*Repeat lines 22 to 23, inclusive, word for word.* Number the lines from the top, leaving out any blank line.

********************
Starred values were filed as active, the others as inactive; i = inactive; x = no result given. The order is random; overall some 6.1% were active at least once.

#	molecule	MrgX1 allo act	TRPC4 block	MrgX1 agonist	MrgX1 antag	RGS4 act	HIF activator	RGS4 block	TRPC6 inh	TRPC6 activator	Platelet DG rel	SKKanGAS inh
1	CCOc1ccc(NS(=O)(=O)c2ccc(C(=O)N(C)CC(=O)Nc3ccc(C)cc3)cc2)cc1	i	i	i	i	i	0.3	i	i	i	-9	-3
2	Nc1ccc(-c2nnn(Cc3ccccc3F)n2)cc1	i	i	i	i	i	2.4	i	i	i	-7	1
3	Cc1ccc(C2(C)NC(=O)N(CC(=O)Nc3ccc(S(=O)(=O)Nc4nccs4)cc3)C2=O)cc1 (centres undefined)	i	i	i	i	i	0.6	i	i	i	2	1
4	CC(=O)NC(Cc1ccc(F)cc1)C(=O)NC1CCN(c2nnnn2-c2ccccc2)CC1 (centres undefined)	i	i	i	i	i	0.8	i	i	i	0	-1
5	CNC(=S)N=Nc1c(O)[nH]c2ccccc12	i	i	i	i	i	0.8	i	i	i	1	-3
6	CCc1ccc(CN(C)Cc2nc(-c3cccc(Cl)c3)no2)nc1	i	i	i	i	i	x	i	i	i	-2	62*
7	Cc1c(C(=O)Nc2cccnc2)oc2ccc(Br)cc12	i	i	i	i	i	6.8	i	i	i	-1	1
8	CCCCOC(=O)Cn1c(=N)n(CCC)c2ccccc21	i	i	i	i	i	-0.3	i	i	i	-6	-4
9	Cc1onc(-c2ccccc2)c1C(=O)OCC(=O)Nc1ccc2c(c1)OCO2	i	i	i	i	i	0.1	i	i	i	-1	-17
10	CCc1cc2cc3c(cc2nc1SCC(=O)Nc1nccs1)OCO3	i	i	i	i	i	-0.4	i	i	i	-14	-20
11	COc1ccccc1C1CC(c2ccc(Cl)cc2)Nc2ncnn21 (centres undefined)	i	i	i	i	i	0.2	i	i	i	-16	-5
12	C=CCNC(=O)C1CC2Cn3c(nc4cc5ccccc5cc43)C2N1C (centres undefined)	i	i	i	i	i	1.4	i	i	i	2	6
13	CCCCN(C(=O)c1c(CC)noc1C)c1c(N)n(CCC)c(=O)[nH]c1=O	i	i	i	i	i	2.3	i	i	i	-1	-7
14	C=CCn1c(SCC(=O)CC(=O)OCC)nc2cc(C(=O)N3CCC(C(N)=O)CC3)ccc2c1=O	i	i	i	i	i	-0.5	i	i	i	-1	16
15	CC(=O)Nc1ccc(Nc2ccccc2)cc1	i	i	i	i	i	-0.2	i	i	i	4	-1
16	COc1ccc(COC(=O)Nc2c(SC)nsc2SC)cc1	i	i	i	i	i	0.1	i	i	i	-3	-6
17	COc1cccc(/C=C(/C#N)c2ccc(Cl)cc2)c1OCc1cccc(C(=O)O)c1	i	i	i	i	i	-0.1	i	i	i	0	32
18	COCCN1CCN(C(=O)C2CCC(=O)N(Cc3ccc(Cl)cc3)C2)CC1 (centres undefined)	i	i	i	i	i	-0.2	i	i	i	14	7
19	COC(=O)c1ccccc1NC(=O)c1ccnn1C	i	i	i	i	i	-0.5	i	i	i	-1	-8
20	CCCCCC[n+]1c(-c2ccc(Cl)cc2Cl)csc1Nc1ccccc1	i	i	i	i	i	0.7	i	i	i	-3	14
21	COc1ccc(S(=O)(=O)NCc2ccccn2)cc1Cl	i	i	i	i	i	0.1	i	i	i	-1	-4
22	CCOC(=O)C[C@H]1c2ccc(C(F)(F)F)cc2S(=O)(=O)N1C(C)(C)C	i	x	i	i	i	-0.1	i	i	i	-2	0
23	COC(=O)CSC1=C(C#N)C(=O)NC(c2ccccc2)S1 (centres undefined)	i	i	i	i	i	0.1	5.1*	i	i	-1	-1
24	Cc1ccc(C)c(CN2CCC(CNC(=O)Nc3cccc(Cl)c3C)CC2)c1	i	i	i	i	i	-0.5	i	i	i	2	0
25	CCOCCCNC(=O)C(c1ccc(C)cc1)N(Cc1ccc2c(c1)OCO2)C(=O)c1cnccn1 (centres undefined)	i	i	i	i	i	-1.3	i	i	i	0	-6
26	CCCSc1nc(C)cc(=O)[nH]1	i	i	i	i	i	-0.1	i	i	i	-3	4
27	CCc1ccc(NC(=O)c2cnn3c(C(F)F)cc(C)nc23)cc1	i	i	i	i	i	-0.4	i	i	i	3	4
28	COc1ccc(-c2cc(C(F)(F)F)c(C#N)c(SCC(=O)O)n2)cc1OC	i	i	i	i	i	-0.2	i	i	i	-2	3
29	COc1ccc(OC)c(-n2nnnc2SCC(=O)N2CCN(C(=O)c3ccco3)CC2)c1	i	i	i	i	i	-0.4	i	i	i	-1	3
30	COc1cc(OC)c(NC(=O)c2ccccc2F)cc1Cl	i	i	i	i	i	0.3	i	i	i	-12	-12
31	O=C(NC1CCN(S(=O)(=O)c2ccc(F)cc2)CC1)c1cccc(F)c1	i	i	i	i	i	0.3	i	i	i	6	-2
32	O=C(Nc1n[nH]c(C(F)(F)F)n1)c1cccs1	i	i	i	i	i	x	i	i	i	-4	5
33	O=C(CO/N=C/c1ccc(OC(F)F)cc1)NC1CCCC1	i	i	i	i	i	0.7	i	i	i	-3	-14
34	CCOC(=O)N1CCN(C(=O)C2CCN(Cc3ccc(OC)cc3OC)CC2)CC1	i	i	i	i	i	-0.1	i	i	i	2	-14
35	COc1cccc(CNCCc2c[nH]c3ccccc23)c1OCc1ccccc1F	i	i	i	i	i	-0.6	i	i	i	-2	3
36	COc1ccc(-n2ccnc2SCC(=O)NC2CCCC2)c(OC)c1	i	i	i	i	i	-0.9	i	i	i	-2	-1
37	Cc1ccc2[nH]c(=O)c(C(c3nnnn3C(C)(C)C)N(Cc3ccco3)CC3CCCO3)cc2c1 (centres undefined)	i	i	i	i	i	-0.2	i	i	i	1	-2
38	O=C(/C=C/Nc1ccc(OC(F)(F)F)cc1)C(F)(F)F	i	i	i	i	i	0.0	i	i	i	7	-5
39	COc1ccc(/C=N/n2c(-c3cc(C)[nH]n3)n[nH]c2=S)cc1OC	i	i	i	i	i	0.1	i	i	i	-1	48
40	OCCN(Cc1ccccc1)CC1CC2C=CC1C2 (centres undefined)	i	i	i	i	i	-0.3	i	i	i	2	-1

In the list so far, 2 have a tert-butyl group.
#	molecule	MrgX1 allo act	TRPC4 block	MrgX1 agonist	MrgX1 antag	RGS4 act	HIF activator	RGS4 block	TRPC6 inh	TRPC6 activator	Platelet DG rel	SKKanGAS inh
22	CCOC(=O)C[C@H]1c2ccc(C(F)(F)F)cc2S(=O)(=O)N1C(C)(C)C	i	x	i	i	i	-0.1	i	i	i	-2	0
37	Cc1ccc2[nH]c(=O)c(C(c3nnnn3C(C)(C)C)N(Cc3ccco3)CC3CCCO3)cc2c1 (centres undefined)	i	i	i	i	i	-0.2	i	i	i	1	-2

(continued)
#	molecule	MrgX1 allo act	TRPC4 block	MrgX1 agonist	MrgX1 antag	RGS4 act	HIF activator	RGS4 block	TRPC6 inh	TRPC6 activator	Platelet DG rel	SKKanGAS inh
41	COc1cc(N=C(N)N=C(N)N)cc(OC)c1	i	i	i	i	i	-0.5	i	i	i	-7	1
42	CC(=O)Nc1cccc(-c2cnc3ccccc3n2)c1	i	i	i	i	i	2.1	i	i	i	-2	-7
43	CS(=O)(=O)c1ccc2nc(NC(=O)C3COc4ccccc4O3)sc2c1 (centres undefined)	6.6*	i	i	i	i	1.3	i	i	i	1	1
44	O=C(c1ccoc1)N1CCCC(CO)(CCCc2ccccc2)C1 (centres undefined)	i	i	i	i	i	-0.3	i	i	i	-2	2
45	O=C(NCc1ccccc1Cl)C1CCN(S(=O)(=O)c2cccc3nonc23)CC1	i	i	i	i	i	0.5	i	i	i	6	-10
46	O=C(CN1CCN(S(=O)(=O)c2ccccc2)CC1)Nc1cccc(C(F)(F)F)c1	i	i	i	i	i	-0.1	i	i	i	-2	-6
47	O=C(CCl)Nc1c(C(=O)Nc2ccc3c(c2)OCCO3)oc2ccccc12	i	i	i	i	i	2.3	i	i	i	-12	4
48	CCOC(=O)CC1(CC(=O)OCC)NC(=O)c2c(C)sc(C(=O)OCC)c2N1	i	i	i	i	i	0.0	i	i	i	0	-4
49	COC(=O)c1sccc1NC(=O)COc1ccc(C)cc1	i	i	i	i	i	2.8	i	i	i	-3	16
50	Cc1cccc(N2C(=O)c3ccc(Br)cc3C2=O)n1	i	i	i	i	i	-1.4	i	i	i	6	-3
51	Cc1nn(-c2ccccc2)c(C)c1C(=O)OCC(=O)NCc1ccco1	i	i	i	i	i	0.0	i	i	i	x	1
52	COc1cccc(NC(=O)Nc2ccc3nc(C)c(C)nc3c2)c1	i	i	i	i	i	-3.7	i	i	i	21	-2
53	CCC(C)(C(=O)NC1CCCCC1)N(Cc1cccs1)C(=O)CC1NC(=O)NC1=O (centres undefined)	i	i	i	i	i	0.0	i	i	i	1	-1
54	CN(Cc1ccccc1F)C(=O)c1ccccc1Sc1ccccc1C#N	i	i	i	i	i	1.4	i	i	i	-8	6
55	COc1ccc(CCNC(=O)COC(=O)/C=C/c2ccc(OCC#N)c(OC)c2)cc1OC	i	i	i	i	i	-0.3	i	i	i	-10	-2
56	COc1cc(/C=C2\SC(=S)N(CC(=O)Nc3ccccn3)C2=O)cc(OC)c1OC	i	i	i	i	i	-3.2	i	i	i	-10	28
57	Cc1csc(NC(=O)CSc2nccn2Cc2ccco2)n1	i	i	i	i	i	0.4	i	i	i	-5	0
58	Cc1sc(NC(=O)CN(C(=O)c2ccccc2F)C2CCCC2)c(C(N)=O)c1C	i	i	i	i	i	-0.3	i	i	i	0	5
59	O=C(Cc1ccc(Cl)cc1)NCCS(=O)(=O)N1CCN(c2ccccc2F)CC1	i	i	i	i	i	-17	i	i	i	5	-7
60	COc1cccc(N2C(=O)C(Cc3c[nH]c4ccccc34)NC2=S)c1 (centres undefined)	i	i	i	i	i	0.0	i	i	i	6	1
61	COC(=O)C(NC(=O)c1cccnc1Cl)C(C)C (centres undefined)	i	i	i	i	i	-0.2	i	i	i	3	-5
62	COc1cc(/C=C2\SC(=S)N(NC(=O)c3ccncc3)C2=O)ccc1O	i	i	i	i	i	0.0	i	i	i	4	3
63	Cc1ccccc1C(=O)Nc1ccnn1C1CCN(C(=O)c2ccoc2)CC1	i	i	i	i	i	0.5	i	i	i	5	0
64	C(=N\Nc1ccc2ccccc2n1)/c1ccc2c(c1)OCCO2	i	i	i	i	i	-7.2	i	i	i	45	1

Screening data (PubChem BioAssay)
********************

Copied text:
20	CCCCCC[n+]1c(-c2ccc(Cl)cc2Cl)csc1Nc1ccccc1	i	i	i	i	i	0.7	i	i	i	-3	14
21	COc1ccc(S(=O)(=O)NCc2ccccn2)cc1Cl	i	i	i	i	i	0.1	i	i	i	-1	-4